Some books slide right into my mind as if there was already a slot there, waiting for them. My imagination lights up like a fairground, my mouth smiles, my eyes are fixed on the movie screen in my head and the world becomes a barely registered background noise.
“Kitty And The Midnight Hour” had this effect on me. It soothed me with a light, fun, fresh tone and then gripped me with darker themes, handled for their human impact, not their sensational value.
Kitty Norville is a werewolf (yeah, yeah, the name came first, what’s a girl supposed to do about that?) and a damaged young woman, unsure of herself, habitually but unhappily submissive, living in the ruins of the life that was taken from her when she was turned against her will.
She has survived by grace of being part of a Pack which offers her protection and companionship as long as she accepts her status at the bottom of the hierarchy and keeps her true nature secret.
Kitty’s main source of solace and personal identity comes from hosting an unremarkable late-night radio show playing old, sorry, classic pop music. One night, she decides to take calls from listeners and accidentally creates “The Midnight Hour. The show that isn’t afraid of the dark or the people who live there”. When the talk-show takes off Kitty’s life grows more and more complicated as the demands of her Pack and of the supernatural powers that be conflict with her desire to go on with a show that is drawing attention to a world that is supposed to be secret.
I’ve grown used to books imposing pack behavior on werewolves so I was almost as slow as Kitty in understand that her Alpha is truly abusive, no matter how much the wolf in her wants to roll on her back and show him her belly. Kitty’s personal growth in the face of this abuse is one of the most interesting things in the book.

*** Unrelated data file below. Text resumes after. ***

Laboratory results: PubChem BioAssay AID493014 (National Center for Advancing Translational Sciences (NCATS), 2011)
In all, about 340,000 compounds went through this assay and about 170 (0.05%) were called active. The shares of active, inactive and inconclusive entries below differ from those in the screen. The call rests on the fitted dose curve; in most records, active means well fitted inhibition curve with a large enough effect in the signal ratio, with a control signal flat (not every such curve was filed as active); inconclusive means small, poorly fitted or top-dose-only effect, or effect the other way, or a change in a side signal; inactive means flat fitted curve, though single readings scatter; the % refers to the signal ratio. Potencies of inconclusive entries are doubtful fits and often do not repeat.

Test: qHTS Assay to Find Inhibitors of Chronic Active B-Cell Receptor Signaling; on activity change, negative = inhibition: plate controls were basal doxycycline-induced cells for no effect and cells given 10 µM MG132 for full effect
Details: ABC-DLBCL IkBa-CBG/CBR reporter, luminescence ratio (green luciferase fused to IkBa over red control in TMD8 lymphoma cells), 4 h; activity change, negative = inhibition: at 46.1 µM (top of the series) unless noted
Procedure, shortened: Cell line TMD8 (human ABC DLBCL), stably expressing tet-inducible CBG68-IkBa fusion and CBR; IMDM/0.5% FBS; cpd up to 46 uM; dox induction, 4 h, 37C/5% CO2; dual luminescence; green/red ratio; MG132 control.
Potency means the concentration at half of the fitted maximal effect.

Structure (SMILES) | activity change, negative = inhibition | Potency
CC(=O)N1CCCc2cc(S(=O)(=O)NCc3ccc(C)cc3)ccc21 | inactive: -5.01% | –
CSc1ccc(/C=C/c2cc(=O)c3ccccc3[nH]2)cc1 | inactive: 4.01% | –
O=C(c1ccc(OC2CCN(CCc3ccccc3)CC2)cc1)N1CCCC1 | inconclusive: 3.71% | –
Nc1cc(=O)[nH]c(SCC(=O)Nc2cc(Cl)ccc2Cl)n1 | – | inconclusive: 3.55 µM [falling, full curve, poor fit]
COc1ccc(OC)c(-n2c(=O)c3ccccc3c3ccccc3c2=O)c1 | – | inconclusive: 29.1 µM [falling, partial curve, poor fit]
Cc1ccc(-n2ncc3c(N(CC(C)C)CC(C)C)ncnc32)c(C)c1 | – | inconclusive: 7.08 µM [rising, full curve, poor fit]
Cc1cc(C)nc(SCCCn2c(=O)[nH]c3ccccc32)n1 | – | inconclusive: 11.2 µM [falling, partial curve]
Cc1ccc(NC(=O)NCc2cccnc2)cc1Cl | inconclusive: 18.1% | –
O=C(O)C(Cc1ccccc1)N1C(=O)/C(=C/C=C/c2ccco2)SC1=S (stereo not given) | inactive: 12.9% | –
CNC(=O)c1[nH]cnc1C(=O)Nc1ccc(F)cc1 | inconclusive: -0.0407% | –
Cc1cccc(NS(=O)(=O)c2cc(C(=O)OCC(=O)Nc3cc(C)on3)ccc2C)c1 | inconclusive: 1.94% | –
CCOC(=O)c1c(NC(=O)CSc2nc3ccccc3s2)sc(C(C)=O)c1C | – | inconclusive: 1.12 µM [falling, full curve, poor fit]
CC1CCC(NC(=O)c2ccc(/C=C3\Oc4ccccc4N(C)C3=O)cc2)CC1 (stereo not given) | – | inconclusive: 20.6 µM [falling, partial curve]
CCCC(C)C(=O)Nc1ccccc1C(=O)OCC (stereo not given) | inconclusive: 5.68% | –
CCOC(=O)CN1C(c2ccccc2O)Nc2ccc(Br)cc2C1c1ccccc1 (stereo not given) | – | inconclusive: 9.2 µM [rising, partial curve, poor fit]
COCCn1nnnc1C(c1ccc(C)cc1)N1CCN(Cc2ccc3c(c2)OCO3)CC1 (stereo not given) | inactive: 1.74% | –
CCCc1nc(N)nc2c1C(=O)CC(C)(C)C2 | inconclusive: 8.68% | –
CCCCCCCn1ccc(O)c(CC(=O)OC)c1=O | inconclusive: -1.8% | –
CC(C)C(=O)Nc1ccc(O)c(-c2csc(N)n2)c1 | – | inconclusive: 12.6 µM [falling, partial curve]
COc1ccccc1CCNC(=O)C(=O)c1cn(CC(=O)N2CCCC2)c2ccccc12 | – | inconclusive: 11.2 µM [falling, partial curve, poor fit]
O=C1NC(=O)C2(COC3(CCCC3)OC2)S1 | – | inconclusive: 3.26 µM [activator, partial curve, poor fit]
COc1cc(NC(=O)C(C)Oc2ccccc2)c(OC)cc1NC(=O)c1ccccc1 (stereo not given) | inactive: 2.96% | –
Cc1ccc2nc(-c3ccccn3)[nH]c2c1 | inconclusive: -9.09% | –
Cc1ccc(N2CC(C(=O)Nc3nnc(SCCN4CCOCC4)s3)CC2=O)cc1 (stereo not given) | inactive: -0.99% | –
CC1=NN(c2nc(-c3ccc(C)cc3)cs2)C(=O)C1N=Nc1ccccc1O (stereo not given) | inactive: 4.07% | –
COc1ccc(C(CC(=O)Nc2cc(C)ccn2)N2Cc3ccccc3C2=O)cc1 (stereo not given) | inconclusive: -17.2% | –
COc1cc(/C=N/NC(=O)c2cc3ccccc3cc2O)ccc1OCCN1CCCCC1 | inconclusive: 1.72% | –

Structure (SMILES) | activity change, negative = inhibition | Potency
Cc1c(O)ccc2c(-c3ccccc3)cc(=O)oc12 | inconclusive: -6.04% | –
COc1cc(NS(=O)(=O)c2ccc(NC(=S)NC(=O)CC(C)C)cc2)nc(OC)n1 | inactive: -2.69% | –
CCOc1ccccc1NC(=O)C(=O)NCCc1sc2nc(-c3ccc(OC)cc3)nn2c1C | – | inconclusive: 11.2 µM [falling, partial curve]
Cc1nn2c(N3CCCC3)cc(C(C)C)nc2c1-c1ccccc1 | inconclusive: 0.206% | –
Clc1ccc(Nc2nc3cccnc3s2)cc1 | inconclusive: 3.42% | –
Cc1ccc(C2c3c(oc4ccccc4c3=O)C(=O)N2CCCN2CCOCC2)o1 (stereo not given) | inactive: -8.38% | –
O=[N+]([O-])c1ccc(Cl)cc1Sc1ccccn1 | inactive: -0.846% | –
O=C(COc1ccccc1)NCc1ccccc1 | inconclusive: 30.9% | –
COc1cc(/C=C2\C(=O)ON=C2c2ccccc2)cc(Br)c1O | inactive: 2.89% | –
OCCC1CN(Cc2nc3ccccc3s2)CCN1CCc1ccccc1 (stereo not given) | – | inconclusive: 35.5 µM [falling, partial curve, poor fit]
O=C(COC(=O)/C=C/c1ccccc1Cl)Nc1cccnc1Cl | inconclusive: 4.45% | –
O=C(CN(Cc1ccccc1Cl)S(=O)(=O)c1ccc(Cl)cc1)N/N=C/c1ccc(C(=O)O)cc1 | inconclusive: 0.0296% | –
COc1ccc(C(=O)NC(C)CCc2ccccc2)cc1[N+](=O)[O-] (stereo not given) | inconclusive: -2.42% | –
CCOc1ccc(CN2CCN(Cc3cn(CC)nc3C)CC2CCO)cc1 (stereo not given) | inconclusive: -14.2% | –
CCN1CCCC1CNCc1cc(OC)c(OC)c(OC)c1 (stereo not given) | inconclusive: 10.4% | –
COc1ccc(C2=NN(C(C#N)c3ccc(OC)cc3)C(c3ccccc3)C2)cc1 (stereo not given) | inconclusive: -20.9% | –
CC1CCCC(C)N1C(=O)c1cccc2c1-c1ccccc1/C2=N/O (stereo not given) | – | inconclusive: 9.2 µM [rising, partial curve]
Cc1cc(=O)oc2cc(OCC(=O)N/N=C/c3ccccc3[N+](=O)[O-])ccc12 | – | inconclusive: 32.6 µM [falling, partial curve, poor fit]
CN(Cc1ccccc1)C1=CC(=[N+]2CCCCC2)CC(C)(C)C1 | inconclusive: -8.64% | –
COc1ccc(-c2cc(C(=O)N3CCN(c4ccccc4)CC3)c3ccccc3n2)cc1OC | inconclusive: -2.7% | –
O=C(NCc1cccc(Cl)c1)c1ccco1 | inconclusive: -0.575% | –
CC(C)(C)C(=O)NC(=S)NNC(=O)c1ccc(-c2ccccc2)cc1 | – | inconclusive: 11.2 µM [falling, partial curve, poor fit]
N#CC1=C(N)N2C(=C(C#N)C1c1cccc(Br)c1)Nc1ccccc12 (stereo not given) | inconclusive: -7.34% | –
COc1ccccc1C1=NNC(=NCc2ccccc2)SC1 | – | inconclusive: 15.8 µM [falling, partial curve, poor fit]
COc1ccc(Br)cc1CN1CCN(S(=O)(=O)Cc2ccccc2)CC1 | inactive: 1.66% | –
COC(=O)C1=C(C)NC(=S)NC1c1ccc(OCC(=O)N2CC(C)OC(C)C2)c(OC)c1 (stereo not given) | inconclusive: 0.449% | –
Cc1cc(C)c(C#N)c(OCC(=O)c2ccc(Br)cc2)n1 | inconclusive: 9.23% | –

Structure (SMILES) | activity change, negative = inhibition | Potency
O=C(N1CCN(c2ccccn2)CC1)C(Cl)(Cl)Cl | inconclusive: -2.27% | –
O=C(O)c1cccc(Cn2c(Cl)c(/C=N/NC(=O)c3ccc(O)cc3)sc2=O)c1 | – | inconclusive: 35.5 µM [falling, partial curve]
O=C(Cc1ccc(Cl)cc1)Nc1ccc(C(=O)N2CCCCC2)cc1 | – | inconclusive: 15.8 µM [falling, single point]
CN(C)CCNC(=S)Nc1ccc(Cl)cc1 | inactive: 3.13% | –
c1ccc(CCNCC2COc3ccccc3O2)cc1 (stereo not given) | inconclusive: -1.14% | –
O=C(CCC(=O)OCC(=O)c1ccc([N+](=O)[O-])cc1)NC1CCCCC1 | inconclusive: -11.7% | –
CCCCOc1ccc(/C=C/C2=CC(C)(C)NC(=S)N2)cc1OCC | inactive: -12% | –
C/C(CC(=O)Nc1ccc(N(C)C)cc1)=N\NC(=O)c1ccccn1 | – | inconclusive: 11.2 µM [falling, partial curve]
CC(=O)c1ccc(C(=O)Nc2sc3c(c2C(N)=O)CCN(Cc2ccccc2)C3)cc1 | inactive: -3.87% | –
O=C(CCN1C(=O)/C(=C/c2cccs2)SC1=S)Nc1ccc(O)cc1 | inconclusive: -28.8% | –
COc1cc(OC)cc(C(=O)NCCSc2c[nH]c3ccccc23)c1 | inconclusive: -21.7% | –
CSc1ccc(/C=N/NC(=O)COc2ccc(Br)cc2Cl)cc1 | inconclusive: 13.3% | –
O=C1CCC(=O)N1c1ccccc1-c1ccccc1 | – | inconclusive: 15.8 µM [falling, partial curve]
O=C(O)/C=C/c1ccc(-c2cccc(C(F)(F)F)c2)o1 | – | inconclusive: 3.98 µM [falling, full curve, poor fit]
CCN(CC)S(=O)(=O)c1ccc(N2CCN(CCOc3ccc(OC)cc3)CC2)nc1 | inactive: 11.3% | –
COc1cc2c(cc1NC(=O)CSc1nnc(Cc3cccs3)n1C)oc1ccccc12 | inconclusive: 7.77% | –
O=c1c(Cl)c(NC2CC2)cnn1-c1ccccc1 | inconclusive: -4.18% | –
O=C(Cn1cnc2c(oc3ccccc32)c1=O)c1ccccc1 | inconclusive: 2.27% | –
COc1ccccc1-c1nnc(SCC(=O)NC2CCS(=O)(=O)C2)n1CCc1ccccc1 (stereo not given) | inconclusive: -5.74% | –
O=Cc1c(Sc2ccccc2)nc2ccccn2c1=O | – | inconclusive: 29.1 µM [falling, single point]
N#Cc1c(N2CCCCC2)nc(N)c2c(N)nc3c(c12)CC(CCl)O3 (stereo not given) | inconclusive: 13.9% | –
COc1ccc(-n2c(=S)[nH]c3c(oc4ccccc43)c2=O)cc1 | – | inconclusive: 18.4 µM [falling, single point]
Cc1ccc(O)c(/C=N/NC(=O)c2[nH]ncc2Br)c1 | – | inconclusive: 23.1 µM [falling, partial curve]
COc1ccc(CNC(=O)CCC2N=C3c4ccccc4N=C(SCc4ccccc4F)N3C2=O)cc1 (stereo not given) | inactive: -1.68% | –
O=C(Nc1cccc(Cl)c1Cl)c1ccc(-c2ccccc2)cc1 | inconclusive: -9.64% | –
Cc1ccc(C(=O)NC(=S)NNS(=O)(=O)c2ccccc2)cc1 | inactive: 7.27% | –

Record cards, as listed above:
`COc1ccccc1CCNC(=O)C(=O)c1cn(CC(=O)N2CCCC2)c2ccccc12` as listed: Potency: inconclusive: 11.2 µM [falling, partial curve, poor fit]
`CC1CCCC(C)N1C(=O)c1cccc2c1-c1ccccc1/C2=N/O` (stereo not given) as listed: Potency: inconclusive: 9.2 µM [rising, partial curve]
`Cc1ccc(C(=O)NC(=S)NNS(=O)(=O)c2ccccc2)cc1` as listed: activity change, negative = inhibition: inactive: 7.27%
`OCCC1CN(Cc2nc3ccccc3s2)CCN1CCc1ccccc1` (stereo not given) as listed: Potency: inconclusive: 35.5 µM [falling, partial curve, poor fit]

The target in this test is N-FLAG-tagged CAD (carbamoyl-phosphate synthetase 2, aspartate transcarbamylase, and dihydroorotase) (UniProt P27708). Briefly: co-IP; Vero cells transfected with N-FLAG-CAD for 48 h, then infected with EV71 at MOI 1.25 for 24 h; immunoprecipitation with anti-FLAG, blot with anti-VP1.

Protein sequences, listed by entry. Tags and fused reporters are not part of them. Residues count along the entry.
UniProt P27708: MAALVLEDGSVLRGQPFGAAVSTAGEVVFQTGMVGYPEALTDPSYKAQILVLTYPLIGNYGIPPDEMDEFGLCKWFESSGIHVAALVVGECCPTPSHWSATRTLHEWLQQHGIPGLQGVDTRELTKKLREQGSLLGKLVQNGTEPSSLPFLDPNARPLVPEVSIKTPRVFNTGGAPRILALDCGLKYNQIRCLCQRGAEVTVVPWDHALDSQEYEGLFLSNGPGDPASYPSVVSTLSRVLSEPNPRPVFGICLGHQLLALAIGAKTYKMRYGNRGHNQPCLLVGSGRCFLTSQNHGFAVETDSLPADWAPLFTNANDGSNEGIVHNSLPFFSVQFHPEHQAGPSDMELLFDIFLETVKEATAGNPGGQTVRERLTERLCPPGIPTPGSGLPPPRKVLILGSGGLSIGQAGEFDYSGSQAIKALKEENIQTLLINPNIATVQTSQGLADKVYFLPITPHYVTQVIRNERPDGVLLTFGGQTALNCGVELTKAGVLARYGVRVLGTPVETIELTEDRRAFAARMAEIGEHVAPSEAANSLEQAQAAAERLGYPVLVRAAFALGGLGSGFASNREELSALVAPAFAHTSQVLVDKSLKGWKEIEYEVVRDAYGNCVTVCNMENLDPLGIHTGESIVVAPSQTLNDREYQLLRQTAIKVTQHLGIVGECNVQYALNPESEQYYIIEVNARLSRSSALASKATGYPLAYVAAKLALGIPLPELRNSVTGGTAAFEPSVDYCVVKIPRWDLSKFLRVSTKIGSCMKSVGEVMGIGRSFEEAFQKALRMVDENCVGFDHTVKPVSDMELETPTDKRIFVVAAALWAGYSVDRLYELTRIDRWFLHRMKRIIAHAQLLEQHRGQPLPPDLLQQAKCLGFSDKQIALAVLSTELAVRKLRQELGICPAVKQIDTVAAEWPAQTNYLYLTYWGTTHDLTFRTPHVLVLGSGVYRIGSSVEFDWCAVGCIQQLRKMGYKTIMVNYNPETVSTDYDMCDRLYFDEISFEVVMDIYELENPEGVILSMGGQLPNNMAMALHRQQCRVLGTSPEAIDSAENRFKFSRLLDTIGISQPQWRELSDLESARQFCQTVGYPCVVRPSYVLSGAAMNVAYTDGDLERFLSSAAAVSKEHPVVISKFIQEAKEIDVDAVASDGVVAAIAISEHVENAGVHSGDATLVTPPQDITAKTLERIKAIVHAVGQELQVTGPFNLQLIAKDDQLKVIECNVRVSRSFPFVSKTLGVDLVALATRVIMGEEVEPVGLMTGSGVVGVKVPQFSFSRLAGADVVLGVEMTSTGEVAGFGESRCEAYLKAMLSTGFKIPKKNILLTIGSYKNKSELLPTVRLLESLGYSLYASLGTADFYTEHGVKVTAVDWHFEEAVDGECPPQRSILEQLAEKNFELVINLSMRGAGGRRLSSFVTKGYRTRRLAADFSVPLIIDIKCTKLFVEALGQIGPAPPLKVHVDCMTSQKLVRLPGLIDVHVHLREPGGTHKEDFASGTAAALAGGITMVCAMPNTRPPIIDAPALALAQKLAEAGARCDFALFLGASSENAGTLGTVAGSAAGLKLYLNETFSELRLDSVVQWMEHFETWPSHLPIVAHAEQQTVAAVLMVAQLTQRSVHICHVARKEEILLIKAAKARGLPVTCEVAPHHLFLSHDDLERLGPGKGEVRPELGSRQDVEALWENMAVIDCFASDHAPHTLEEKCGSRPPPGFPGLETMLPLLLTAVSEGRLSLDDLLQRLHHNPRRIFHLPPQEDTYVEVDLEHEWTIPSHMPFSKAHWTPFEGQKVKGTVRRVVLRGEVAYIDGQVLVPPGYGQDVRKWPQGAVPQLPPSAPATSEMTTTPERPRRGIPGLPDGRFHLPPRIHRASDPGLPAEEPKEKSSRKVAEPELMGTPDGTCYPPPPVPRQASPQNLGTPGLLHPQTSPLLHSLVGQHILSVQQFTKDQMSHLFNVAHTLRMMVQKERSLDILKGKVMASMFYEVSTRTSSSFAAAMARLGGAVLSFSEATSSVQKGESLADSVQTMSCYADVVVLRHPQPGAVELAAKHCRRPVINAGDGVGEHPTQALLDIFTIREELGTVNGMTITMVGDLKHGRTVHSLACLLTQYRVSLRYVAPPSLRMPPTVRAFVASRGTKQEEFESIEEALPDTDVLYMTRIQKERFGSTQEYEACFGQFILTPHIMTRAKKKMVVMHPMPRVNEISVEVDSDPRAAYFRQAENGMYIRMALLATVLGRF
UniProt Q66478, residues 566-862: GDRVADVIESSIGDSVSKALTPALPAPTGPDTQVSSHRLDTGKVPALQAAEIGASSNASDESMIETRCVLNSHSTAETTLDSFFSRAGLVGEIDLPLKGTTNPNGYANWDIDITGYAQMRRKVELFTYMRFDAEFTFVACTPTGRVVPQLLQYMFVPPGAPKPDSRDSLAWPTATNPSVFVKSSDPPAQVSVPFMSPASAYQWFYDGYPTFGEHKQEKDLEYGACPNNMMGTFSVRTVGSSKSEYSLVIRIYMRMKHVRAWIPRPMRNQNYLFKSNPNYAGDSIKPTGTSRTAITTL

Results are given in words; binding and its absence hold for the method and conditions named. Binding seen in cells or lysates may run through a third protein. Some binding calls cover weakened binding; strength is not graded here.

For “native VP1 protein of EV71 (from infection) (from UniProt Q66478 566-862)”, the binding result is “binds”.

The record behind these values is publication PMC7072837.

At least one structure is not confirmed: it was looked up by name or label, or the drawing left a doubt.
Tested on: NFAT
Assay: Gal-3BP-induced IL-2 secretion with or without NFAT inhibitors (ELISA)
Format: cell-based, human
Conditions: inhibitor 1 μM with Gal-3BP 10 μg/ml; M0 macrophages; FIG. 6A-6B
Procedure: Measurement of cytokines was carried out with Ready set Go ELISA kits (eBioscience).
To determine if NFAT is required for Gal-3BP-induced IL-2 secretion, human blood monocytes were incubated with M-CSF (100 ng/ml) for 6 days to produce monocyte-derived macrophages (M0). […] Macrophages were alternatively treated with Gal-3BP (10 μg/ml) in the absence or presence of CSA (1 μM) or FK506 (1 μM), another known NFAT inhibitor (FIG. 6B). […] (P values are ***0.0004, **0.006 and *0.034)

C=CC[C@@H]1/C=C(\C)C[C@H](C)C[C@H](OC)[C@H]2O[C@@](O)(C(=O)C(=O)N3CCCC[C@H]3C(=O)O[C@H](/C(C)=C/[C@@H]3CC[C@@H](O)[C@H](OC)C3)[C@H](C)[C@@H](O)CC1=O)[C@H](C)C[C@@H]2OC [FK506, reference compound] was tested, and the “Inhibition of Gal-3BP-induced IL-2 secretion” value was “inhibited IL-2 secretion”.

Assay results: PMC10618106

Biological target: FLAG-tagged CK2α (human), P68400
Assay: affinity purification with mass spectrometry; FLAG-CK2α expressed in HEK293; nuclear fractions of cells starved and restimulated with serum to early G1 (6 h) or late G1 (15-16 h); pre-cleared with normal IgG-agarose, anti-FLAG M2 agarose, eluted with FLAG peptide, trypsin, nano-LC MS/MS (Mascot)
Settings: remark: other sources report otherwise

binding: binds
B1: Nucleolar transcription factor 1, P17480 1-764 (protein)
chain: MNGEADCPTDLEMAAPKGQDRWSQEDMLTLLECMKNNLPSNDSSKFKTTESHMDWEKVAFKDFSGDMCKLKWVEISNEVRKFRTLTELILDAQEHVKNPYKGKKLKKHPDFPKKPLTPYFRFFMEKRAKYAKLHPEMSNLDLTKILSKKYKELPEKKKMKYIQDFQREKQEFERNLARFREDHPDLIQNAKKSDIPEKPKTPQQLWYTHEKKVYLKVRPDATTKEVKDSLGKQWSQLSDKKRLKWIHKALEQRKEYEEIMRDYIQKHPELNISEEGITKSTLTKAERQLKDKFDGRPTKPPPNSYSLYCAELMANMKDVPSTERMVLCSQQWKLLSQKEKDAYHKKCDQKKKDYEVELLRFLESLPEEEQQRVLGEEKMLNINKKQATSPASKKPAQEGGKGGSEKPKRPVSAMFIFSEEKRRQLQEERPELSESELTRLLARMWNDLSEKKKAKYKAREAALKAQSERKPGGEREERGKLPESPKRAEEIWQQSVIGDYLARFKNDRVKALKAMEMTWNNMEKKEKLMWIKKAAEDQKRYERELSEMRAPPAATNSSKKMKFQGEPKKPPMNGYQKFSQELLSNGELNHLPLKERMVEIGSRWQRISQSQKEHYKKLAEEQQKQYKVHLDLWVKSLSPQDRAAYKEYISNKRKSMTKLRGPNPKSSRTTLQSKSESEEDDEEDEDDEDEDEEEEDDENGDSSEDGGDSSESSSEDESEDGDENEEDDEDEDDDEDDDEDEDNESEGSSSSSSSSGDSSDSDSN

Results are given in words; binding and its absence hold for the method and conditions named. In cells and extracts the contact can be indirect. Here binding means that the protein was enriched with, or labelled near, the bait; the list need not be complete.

The book is packed with action, including multiple fights between the wolves, which Carrie Vaughn describes vividly, sustaining excitement without resorting to too much gore.
The radio show itself is wonderful. If it was on the air, I’d be a regular listener. The tone is exactly right for a good talk-show and it provides a great vehicle for getting to know the supernatural world and its denizens.
The audiobook, and this is a PERFECT novel for an audiobook, is narrated by Marguerite Gavin (go HERE to read an interview with her). I’ve spent hours listening to Marguerite Gavin narrating the Kate Shugak books. I had stupidly assumed that I knew what her voice was like. Now I realize that I was listening to what she thinks Kate Shugak (a thirty-something Aluet with a damaged voice) sounds like. Marguerite Gavin’s Kitty is younger and, of course, has a great voice for radio. It’s a solid achievement and it means I’ll be looking hard at the (many) other books she’s narrated.
I’m hooked on Kitty Norville now. The first book provides lots of teasers on what might happen next and I want to hear more episodes of Kitty’s show, so book two, “Kitty Goes To Washington” will be pushing its way to the top of my TBR pile very soon.